Taxes work only if EVERYONE bears a proportionate burden. If you care about ending homelessness or stupidity or whatever, you should pay for it – what little you can afford. If you vote for someone else to pay while you pay nothing, eventually the other guy is going to find a way NOT to pay, usually by leaving.

The other thing with these bespoke taxes is that they breed deep cynicism when people see tax dollars NOT addressing the problems they were meant to address. The homeless services tax, for example, is paid by the people who will NEVER need these services and who see what a crappy job the county is doing of helping homeless people. The result is deepening cynicism and plans to move away.

Watts
Watts
29 days ago
Reply to  Fred

Fred, why is it that you accept an essentially rational/realist view of most issues (in this case, people who are both mobile and subject to special taxation will leave, especially if they see their money being squandered), but criticize me for doing the same with issues related to driving (people will continue driving as long as it’s the best transportation option for them)?

Fred
Fred
27 days ago
Reply to  Watts

Because not all issues are the same. The realist/rationalist view of human behavior in response to climate catastrophe will lead us inexorably to … catastrophe. When we are faced with an existential threat, a realist view is insufficient.

Avoiding taxes is NOT an existential issue – just an annoying one. So it’s easy to make an argument that people behave rationally in these situations.

I’m not a total anti-rationalist when it comes to driving. I accept that we have built a world centered on cars and driving. I just don’t accept that it has to be that way – and frankly it CANNOT remain that way if we’re to have any chance of surviving the next 50 years, or our grandchildren the next 100 years.

Watts
Watts
27 days ago
Reply to  Fred

The realist/rationalist view of human behavior in response to climate catastrophe will lead us inexorably to … catastrophe.

It might well do that. Nonetheless, is it not an accurate description of how people behave?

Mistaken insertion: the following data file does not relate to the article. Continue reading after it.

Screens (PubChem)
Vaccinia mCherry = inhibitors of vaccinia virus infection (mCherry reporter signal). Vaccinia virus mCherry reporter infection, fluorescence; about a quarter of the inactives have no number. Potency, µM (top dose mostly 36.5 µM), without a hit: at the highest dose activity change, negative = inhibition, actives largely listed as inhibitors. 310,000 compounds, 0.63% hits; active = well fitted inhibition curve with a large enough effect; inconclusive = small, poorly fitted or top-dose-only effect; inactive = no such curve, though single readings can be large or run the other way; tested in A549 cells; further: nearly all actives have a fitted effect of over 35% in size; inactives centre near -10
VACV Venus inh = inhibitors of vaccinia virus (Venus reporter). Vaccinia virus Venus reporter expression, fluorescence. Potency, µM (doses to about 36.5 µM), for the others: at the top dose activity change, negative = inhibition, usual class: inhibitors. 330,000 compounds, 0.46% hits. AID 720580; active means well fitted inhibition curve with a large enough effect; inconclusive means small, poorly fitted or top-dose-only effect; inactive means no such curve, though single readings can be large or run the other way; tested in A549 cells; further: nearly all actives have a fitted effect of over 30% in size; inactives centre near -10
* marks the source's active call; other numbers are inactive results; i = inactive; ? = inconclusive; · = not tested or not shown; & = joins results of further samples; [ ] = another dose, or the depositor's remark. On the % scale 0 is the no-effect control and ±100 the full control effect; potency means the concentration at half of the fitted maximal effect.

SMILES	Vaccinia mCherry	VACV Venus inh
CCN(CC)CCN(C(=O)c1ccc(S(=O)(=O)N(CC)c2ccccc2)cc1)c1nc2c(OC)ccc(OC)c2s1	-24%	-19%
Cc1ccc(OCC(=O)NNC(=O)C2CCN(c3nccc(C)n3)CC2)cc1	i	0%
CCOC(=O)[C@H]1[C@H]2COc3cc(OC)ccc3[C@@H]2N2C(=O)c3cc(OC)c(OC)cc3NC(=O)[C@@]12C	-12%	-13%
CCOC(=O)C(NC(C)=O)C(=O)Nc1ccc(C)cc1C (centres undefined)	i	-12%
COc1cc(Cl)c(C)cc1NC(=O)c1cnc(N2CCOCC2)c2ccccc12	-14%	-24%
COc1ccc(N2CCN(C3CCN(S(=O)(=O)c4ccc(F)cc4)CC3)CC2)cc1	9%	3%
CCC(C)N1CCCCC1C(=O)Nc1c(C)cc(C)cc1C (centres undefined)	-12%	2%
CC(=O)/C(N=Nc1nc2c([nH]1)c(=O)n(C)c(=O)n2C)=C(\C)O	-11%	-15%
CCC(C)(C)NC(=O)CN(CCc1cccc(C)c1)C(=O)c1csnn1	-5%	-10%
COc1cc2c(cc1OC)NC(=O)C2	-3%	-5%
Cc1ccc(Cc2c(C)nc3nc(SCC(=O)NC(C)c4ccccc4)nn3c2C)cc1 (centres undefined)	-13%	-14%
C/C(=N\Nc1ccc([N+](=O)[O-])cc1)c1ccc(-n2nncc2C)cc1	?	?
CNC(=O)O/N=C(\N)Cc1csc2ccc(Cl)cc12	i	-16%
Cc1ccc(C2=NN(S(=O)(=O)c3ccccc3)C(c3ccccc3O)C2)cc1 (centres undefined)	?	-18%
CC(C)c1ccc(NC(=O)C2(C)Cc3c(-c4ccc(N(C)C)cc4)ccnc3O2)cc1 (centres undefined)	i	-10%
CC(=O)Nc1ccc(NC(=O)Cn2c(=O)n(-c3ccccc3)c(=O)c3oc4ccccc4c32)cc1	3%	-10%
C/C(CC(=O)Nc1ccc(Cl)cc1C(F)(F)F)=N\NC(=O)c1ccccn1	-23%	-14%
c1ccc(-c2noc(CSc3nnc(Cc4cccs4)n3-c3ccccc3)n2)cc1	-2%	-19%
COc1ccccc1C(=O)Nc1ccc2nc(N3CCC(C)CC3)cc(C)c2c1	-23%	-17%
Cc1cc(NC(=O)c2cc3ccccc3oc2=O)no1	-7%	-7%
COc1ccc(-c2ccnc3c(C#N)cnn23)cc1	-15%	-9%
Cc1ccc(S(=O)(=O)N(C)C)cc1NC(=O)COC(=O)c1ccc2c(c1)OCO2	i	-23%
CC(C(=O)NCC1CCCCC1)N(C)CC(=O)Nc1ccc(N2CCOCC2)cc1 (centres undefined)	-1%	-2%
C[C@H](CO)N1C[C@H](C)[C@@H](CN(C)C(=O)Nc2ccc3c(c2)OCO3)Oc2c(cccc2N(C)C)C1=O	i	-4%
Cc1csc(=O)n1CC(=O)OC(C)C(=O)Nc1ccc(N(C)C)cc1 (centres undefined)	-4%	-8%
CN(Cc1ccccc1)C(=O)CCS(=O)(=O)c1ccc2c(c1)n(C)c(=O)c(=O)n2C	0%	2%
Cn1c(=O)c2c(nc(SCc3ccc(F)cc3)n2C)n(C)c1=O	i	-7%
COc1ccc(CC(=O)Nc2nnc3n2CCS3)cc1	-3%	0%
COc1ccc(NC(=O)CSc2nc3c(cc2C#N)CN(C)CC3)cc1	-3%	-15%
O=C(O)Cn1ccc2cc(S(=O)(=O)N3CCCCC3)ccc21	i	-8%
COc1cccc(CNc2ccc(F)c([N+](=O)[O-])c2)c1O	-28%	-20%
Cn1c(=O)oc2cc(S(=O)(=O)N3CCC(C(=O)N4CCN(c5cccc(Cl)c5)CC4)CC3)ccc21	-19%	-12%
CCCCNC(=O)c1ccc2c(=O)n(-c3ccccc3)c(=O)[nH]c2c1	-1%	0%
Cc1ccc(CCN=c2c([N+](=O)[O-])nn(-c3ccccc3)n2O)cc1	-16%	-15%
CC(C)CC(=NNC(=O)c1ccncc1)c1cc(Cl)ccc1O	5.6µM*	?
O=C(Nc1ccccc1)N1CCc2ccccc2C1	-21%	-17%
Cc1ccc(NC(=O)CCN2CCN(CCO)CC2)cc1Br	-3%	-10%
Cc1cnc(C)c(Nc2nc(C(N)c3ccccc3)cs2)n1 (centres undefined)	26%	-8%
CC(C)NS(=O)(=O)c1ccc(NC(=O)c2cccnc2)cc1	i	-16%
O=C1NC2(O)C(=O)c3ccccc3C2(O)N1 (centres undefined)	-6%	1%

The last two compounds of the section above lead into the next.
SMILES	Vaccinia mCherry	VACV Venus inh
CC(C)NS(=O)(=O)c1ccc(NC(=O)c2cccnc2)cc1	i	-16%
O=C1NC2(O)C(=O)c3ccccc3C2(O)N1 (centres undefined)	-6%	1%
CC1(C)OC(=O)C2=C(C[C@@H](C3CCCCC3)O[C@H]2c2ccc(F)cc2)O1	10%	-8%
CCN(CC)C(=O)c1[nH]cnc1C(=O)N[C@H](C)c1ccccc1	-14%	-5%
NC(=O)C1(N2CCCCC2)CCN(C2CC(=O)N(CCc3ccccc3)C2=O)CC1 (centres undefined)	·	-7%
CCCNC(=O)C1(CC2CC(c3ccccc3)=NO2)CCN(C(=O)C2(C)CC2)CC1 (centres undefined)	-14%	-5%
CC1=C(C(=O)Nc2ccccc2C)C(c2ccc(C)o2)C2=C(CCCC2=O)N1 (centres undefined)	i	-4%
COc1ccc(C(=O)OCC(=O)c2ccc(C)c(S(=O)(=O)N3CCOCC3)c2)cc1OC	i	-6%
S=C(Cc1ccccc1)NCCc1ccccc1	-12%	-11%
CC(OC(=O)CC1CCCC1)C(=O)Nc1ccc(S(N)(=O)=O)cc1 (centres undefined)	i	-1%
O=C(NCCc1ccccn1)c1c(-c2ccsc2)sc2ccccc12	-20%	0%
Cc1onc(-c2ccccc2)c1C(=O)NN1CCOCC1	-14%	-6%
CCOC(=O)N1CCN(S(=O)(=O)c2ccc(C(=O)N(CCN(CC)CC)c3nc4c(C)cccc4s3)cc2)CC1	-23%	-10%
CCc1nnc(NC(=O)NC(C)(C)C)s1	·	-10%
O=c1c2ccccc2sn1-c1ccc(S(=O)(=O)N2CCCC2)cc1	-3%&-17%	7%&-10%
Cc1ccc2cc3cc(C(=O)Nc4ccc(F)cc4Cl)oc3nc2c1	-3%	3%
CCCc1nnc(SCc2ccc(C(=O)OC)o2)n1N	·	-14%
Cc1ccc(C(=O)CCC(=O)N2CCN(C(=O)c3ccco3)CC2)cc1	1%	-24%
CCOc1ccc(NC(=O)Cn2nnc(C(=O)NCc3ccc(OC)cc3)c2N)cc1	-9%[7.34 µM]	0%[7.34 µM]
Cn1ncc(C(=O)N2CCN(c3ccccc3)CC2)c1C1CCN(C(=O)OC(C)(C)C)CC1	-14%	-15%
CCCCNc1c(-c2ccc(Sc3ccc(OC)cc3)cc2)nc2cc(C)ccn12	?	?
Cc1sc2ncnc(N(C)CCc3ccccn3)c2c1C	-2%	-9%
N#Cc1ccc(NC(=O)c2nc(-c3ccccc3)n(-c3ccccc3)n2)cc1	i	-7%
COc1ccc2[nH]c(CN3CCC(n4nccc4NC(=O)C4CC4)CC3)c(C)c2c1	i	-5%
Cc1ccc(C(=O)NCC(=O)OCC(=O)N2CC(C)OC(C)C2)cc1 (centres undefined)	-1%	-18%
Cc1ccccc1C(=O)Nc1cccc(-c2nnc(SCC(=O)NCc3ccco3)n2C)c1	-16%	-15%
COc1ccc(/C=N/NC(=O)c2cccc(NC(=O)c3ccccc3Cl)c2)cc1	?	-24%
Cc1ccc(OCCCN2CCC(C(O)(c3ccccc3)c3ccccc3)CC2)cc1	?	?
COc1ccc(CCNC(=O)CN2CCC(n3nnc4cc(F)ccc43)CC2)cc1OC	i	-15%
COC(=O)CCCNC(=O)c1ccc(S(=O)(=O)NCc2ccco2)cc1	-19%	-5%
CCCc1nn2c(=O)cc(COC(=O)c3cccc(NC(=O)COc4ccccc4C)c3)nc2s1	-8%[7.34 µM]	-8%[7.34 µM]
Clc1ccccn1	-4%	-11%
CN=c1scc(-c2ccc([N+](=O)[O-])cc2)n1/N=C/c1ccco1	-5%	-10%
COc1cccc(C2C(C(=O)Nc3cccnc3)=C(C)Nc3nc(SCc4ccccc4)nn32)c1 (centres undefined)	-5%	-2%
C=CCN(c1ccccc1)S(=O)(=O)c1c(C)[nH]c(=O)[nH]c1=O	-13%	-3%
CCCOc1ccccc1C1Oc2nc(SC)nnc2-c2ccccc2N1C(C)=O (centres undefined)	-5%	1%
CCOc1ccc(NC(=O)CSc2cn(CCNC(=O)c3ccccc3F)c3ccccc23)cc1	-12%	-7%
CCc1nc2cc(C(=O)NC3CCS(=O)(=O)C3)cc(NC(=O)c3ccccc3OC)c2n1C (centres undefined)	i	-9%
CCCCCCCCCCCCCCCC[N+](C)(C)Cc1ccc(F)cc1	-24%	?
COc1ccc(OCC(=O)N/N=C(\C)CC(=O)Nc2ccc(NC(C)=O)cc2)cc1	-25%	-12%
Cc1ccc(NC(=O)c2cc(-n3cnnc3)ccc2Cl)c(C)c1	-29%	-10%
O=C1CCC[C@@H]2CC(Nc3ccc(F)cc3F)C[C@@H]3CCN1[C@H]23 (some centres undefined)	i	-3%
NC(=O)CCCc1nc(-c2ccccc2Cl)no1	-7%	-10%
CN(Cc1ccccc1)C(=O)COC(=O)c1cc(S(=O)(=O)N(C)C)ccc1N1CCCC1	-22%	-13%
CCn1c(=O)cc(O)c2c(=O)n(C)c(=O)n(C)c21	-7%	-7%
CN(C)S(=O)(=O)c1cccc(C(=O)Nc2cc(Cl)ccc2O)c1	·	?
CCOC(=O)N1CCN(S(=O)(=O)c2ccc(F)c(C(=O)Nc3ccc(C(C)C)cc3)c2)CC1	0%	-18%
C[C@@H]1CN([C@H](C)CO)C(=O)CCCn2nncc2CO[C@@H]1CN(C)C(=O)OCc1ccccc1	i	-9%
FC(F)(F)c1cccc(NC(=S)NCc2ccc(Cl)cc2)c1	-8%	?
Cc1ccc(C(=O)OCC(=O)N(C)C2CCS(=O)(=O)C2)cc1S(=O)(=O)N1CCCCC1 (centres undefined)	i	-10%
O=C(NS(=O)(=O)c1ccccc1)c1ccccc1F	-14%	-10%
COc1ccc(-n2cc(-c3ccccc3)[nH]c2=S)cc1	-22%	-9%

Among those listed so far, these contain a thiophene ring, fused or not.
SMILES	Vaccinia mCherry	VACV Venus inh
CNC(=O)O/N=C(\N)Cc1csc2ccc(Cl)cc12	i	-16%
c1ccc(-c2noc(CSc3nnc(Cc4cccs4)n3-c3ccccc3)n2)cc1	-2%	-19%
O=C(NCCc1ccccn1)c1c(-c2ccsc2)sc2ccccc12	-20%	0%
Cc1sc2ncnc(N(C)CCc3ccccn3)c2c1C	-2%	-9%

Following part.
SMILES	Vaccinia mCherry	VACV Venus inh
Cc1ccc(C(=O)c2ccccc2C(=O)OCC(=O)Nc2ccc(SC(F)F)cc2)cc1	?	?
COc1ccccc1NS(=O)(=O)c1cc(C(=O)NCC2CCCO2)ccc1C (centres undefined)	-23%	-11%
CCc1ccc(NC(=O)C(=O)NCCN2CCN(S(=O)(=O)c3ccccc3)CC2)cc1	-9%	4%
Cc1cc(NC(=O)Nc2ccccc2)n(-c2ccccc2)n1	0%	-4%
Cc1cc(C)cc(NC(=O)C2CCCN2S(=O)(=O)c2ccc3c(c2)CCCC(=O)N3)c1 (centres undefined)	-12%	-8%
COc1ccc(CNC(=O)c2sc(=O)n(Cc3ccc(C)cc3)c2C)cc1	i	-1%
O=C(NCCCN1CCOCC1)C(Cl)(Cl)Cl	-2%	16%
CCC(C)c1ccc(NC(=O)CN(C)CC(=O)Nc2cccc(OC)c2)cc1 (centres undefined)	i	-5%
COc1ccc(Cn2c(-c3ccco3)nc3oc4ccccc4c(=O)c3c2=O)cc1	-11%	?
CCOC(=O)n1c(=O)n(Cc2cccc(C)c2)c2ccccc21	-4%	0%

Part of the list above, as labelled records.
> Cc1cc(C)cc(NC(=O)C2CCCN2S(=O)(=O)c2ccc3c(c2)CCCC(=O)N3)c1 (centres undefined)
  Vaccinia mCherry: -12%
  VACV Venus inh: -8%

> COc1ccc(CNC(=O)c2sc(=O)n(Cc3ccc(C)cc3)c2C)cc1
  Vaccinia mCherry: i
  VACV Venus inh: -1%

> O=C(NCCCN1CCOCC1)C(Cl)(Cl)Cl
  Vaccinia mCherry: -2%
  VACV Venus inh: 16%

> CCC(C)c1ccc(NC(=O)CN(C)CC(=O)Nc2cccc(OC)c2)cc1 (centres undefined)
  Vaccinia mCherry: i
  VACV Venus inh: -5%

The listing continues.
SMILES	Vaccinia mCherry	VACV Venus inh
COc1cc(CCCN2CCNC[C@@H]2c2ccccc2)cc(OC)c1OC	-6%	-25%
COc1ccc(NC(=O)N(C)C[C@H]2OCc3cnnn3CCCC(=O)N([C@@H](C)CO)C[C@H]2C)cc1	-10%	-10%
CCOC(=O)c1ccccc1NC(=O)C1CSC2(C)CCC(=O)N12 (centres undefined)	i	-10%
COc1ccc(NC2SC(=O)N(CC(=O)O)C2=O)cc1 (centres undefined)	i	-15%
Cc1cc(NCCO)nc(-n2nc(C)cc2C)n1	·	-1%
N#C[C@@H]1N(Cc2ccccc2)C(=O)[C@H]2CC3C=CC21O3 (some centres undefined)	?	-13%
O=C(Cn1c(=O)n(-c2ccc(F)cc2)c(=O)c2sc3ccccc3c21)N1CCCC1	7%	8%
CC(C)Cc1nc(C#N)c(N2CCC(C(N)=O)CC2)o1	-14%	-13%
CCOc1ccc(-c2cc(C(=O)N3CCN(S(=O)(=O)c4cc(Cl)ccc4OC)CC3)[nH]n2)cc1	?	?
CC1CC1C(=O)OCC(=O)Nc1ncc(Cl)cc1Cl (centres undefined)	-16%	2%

I don’t advocate for driving (I know you’ll disagree, and I’m happy to have you throw my words back at me if you can find a clear example of me doing this), but I do think if we want to change behavior, we need to be rational and realistic about why people do it so much. The usual explanations (“they’re addicts!”, “they’re lazy!”, “they’re brainwashed!”) aren’t helpful.

Charley
Charley
27 days ago
Reply to  Fred

I’m firmly in the camp of Democrats that believes that we need to run the government really well, in order to shore up support for policies that I prefer. If the government appears feckless and wasteful, we invite valid criticism from the Right that government is itself the problem.

I lived in Portland until fall of 2022, and I voted FOR all of these taxes; I wish I could have just counted on local governments to budget for and address these issues, rather than vote on these Rube Goldberg measures!

Watts
Watts
27 days ago
Reply to  Charley

I’m firmly in the camp of Democrats that believes that we need to run the government really well

I find this argument compelling, but I no longer believe it is possible for our current state and county governments (to name two) to handle the complex issues they have before them. The list of failures is far too long for it to be a series of bad managers or inept individuals. I think there is something structurally wrong.

The sad part of this is that we really do need government agencies to be firing on all cylinders, and they just aren’t.

I wish I knew the solution.

John V
John V
26 days ago
Reply to  Fred

Well, you could insert any particular pet issue in place of these bespoke taxes, and conclude that’s the reason businesses are leaving, since we don’t really have a causal connection between the two phenomena. We don’t know why these few example businesses have left. They lie regularly about their reasons anyway, e.g. Target blaming theft, etc.

Taxes work only if EVERYONE bears a proportionate burden.

How did you come to that conclusion? If REI really is leaving because of the taxes, how would that differ if we were all also paying taxes? Eventually the other guy is going to find a way NOT to pay no matter what you do, regardless of if everyone else is paying a “fair share”. The “other guy” (i.e. the businesses and rich who are really the ones who can pay) don’t care, they are going to try to wriggle out of paying.